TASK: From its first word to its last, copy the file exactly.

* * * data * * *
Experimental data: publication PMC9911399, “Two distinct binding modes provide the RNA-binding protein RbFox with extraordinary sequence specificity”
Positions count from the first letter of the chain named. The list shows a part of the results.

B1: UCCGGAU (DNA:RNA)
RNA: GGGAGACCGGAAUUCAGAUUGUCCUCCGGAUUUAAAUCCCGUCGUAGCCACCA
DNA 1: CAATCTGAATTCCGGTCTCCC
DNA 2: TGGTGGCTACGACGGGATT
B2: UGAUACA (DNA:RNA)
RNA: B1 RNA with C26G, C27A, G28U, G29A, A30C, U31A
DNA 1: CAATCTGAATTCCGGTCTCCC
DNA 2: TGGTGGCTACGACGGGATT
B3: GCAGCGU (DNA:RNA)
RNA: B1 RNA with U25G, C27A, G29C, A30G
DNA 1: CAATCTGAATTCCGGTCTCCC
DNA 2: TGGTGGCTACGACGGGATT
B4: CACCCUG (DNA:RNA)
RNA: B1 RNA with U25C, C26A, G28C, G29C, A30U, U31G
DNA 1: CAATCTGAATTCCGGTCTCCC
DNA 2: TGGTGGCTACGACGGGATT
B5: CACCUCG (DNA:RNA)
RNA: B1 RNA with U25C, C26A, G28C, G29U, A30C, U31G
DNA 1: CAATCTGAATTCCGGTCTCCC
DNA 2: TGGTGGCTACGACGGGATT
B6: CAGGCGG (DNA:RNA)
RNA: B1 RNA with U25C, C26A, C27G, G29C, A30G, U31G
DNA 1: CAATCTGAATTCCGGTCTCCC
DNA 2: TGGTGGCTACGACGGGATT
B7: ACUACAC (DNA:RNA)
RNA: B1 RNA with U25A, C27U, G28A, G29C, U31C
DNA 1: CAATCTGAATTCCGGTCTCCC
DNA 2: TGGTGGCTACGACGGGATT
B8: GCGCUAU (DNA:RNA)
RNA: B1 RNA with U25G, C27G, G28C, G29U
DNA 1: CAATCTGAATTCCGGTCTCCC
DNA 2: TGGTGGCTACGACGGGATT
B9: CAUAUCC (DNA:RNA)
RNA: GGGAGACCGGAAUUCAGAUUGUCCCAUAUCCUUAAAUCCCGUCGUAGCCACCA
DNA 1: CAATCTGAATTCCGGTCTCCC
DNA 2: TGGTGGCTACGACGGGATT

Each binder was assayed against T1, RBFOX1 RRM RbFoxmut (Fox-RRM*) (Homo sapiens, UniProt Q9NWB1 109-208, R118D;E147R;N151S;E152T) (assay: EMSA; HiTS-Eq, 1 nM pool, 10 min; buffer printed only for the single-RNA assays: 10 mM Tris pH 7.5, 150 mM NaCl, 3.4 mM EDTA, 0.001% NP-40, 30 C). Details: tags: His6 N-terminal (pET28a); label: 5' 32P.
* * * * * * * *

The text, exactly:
Experimental data: publication PMC9911399, “Two distinct binding modes provide the RNA-binding protein RbFox with extraordinary sequence specificity”
Positions count from the first letter of the chain named. The list shows a part of the results.

B1: UCCGGAU (DNA:RNA)
RNA: GGGAGACCGGAAUUCAGAUUGUCCUCCGGAUUUAAAUCCCGUCGUAGCCACCA
DNA 1: CAATCTGAATTCCGGTCTCCC
DNA 2: TGGTGGCTACGACGGGATT
B2: UGAUACA (DNA:RNA)
RNA: B1 RNA with C26G, C27A, G28U, G29A, A30C, U31A
DNA 1: CAATCTGAATTCCGGTCTCCC
DNA 2: TGGTGGCTACGACGGGATT
B3: GCAGCGU (DNA:RNA)
RNA: B1 RNA with U25G, C27A, G29C, A30G
DNA 1: CAATCTGAATTCCGGTCTCCC
DNA 2: TGGTGGCTACGACGGGATT
B4: CACCCUG (DNA:RNA)
RNA: B1 RNA with U25C, C26A, G28C, G29C, A30U, U31G
DNA 1: CAATCTGAATTCCGGTCTCCC
DNA 2: TGGTGGCTACGACGGGATT
B5: CACCUCG (DNA:RNA)
RNA: B1 RNA with U25C, C26A, G28C, G29U, A30C, U31G
DNA 1: CAATCTGAATTCCGGTCTCCC
DNA 2: TGGTGGCTACGACGGGATT
B6: CAGGCGG (DNA:RNA)
RNA: B1 RNA with U25C, C26A, C27G, G29C, A30G, U31G
DNA 1: CAATCTGAATTCCGGTCTCCC
DNA 2: TGGTGGCTACGACGGGATT
B7: ACUACAC (DNA:RNA)
RNA: B1 RNA with U25A, C27U, G28A, G29C, U31C
DNA 1: CAATCTGAATTCCGGTCTCCC
DNA 2: TGGTGGCTACGACGGGATT
B8: GCGCUAU (DNA:RNA)
RNA: B1 RNA with U25G, C27G, G28C, G29U
DNA 1: CAATCTGAATTCCGGTCTCCC
DNA 2: TGGTGGCTACGACGGGATT
B9: CAUAUCC (DNA:RNA)
RNA: GGGAGACCGGAAUUCAGAUUGUCCCAUAUCCUUAAAUCCCGUCGUAGCCACCA
DNA 1: CAATCTGAATTCCGGTCTCCC
DNA 2: TGGTGGCTACGACGGGATT

Each binder was assayed against T1, RBFOX1 RRM RbFoxmut (Fox-RRM*) (Homo sapiens, UniProt Q9NWB1 109-208, R118D;E147R;N151S;E152T) (assay: EMSA; HiTS-Eq, 1 nM pool, 10 min; buffer printed only for the single-RNA assays: 10 mM Tris pH 7.5, 150 mM NaCl, 3.4 mM EDTA, 0.001% NP-40, 30 C). Details: tags: His6 N-terminal (pET28a); label: 5' 32P.